Well.....actually I never even thought about doing something like that.  So I suppose all the scrap romex I've got laying around can be of use afterall :)!

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  • 3 weeks later...

Tig welding was, and still is your best answer and you'll love it for cleaning up spots you don't want to nick with a hand or electric file. 

The best part about this for you is that you'll only need the smallest tig welder for the job at hand. An older Miller or Lincoln is perfect for this and can usually be had cheap as they aren't good for anything other than the smallest material, which means that most metal heads have kicked them to the curb already.

 Or, you can go scratch (no foot pedal, you scratch the electrode to start the arc like stick welding) Tig with a lincoln tombstone (stick welder) of any era. TALK to you local welding supply shop and they can set you up with the RIGHT (you need a tig torch with the gas control nob built in) torch and gas bottle. It takes some practice and scratch isn't ideal but turn the machine way down and keep turning it up till your fusing without burning everything up. 

You'll weld 10 dragonflies for everyone you braze and you'll have Tig welding capacity! Which will open up a range of metalworking that will make brazing look like using elmers glue. 

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I suggest either the make your own  copper rivet path as mentioned earlier or silver solder.

Going down the tig path is a good option too and does open up other areas but you have the extra expense of gas and other consumables that you may not be prepared for.


In fact my choice would be silver solder as with the pre flux coated hobart bronze rods you mentioned, I imagine there are a number of silver solder alloys available in the prefluxed form as they are here.

There's sure to be one to suit your application.

Silver solder (silver brazing to be correct) is very fine and flows beautifully, surely you've used it with copper tube, pardon my ignorance but I don't know what silphos is but it sounds like its got silver in it.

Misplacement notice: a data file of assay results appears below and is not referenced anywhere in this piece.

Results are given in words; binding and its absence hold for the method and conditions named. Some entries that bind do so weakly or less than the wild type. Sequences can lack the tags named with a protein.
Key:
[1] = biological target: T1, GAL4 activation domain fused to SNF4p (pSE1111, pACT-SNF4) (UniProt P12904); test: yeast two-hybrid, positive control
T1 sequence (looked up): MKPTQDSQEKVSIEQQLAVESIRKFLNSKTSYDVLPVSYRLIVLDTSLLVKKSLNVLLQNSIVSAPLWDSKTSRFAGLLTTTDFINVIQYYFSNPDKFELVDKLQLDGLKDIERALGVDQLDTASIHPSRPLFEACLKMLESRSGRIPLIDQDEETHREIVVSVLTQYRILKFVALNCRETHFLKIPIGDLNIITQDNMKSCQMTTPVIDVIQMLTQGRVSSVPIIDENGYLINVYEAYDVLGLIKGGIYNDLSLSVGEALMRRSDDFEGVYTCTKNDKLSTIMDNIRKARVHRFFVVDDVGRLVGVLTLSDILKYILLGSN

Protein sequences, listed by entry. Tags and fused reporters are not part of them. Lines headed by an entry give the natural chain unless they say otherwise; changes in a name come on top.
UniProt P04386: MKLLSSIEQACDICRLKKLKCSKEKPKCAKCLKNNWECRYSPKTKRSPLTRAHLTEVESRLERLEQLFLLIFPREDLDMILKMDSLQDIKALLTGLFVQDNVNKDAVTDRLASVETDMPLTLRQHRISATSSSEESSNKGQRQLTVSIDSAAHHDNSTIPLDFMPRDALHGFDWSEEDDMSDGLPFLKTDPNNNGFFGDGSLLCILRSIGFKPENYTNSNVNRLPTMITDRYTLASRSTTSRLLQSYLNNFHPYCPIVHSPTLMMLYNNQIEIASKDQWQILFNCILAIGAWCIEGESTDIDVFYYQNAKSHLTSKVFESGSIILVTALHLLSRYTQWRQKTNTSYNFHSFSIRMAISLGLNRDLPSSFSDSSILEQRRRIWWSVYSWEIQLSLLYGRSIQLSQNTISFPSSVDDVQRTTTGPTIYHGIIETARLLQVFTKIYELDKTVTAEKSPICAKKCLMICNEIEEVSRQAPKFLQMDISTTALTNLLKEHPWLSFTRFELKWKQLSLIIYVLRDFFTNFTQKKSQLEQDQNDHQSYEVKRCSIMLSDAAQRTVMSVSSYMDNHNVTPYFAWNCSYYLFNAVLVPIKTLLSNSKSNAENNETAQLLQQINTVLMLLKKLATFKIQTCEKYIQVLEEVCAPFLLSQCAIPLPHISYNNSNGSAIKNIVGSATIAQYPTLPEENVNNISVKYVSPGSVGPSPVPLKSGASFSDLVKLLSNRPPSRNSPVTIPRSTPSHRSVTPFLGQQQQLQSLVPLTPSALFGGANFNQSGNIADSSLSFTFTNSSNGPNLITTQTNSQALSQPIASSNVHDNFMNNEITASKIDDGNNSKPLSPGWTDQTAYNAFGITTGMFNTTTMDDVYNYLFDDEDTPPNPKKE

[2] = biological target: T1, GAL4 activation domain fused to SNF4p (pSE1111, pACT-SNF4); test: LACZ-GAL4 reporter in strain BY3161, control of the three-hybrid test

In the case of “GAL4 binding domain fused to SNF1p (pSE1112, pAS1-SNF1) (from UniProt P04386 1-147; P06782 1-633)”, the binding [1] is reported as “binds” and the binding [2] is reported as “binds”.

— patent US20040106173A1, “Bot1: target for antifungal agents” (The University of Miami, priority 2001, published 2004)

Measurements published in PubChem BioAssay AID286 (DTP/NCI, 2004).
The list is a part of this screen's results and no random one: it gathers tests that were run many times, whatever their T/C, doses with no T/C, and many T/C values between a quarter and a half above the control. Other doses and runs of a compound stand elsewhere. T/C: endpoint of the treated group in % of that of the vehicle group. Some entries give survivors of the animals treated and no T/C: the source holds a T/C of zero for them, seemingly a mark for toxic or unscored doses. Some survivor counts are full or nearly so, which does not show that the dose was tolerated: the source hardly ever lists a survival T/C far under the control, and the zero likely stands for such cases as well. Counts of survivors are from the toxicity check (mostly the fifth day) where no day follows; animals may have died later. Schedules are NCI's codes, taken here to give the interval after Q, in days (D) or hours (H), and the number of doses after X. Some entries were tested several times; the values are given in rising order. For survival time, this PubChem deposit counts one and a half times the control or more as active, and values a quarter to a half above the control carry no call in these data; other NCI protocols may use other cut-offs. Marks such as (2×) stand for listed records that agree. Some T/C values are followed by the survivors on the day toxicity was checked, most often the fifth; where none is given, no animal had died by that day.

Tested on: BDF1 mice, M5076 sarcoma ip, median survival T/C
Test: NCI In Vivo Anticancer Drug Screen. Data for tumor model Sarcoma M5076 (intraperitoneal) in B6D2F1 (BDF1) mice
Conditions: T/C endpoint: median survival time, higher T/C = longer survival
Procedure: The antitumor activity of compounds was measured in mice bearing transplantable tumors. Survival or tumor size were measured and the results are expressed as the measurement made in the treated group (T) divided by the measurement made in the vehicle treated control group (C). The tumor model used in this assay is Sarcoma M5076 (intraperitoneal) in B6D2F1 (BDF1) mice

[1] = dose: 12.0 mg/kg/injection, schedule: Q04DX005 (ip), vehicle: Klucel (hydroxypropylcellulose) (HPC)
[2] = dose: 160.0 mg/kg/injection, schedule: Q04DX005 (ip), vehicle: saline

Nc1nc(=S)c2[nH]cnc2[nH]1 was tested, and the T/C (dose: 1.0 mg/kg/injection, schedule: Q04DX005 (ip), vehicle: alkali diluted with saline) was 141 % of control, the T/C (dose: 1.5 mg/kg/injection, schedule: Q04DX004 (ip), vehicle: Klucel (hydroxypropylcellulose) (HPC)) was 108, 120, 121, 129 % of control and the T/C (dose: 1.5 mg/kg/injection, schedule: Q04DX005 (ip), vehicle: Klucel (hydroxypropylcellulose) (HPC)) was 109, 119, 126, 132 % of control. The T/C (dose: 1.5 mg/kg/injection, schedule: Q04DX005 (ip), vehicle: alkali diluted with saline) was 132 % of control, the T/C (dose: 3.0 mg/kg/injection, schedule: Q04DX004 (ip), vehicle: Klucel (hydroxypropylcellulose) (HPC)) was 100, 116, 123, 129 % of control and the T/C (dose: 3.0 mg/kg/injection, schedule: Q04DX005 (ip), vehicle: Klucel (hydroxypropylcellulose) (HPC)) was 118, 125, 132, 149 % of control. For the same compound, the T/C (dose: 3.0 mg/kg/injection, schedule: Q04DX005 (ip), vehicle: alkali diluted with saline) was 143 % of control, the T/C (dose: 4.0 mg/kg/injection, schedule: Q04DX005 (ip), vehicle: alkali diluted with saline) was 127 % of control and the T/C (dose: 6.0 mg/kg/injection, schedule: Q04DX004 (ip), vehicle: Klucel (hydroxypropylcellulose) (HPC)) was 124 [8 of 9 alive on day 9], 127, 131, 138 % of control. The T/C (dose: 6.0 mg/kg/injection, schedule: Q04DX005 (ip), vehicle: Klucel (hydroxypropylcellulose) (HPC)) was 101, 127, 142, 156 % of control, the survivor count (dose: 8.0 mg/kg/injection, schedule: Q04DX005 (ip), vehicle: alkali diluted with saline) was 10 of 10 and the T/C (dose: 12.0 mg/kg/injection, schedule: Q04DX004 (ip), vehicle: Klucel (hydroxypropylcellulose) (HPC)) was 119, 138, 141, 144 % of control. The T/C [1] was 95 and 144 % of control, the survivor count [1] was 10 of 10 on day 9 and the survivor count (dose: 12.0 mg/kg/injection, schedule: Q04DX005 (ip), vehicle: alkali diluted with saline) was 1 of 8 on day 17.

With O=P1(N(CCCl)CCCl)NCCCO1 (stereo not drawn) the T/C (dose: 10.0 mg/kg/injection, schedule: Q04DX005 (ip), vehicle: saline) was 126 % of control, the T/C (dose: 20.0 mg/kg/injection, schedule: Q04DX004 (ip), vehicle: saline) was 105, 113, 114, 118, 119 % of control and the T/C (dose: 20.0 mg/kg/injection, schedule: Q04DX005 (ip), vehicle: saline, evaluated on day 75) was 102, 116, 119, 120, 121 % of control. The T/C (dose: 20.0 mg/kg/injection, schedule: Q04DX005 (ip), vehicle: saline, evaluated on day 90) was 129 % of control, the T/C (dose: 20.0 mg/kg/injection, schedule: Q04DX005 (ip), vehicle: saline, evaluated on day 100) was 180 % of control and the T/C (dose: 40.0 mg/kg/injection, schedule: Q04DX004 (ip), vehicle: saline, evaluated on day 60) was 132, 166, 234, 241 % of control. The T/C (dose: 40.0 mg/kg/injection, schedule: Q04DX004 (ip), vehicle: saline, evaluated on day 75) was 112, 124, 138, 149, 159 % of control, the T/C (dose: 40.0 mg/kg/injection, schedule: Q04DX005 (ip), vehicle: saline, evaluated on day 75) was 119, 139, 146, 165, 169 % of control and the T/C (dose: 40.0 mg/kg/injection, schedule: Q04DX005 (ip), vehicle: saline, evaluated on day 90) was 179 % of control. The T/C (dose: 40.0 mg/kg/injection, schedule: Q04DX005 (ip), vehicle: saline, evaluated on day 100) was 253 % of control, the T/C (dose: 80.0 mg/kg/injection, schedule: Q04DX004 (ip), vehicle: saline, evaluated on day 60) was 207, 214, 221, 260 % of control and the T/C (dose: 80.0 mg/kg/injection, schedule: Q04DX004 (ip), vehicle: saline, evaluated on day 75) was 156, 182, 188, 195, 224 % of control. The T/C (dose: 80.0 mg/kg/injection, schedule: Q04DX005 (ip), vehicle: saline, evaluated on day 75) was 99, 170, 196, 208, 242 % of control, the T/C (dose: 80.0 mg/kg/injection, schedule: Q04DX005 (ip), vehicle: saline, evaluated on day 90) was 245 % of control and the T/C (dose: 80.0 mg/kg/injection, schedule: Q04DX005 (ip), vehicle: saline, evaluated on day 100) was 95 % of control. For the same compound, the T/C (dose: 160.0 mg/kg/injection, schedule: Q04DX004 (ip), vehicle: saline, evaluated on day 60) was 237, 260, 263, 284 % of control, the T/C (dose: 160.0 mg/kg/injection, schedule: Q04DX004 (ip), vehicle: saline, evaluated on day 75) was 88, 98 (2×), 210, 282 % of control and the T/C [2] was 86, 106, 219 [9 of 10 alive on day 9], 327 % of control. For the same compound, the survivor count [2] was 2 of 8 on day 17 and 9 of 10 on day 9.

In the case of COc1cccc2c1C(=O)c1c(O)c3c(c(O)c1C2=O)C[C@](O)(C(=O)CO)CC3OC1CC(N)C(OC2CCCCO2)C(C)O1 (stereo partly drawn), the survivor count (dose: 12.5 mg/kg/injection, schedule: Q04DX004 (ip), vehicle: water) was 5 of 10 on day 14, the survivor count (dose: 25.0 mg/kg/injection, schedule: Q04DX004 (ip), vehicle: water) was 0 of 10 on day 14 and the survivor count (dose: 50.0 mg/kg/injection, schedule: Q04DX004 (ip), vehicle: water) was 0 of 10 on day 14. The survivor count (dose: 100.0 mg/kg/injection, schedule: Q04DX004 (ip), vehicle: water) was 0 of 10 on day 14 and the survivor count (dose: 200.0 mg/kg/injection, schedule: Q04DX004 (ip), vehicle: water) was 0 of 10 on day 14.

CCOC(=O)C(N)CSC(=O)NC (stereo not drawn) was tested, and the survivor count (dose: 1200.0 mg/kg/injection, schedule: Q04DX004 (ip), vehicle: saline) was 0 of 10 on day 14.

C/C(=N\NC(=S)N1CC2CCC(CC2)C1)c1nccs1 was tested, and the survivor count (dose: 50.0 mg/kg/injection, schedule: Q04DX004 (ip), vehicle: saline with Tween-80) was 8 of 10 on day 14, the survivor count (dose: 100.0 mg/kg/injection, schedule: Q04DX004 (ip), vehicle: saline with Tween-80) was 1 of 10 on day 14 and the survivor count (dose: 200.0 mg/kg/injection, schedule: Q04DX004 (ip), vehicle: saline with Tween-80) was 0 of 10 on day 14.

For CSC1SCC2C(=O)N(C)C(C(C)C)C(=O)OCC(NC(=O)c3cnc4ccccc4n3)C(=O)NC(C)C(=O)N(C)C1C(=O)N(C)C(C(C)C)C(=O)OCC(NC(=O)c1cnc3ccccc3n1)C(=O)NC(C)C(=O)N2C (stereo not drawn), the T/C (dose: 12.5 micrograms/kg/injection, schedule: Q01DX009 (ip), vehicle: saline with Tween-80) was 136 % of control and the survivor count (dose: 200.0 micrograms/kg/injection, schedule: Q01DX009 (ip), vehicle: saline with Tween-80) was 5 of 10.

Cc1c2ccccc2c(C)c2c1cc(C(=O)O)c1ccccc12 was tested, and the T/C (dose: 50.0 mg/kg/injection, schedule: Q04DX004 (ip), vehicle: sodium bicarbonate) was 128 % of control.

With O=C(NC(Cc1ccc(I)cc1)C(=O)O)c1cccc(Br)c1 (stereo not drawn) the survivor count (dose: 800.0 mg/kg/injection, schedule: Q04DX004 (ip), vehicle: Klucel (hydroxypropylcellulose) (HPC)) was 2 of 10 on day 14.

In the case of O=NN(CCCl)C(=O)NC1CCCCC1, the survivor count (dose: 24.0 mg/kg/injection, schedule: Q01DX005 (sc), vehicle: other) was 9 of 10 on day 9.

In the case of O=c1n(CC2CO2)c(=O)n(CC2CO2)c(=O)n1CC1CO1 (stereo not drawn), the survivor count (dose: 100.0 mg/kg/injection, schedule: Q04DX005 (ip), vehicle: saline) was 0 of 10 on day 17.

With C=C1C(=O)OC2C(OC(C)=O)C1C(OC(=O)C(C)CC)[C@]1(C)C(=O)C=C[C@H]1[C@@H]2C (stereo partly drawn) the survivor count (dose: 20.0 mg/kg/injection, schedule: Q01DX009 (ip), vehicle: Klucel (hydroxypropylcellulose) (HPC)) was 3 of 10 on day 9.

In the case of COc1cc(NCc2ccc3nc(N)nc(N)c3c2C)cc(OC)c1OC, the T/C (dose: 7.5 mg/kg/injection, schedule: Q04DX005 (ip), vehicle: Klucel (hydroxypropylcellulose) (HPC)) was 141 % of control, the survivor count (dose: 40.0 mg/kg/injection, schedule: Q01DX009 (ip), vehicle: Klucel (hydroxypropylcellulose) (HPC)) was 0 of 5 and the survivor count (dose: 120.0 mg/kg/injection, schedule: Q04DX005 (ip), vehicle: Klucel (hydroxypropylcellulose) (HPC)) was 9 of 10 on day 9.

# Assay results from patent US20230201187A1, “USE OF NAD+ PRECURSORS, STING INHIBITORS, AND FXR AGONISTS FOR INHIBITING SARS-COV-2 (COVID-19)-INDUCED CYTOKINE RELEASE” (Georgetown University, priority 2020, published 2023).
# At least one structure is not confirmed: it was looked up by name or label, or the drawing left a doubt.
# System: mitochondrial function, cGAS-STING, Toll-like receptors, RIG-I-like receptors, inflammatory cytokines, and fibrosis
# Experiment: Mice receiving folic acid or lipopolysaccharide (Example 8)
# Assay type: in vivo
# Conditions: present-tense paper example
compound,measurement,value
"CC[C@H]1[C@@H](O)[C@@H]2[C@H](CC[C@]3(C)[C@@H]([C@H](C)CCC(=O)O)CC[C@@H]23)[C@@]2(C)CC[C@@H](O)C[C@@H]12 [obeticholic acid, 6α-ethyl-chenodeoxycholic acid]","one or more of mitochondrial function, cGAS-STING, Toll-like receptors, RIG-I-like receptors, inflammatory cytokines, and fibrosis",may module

Clean and degrease the surfaces to be bonded, fix together, heat as you do your copper tube, apply the sliver solder to the joint and around she goes. The prefluxed sticks will come with instructions on the packet, I buy them in packets of four or so depending on their size.

It is soft if you need to file it and easy to clean up as John from Gearheart Ironworks mentioned.

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  • 4 weeks later...

SilPhos is a Silver _Phosphorus  Rod. It is / was used a lot on refrigeration lines where copper tube is connected to steel. Mostly on commercial condensers where the throttling unit were connected and then on the high press side from the compressor. A little goes a long way and it is best to spend a lot of time in the prep work. Not sooo long but doing the job completely reduces failure.


For you application on the dragonfly this product will or may flow to areas not desired to be showing the weld. And this weld does not easily get removed. You may use a whole bunch of "Dremel" time. Proficiency is paramount.


Tig welding is a doable thing but is best with a machine with a foot pedal. The variable voltage there is more important than the amperage. When you acquire that technology and experience you will truly state that you should have had it years prior. For home use air-cooled tig is adequate...no need for water cooled torches yet.



Carry on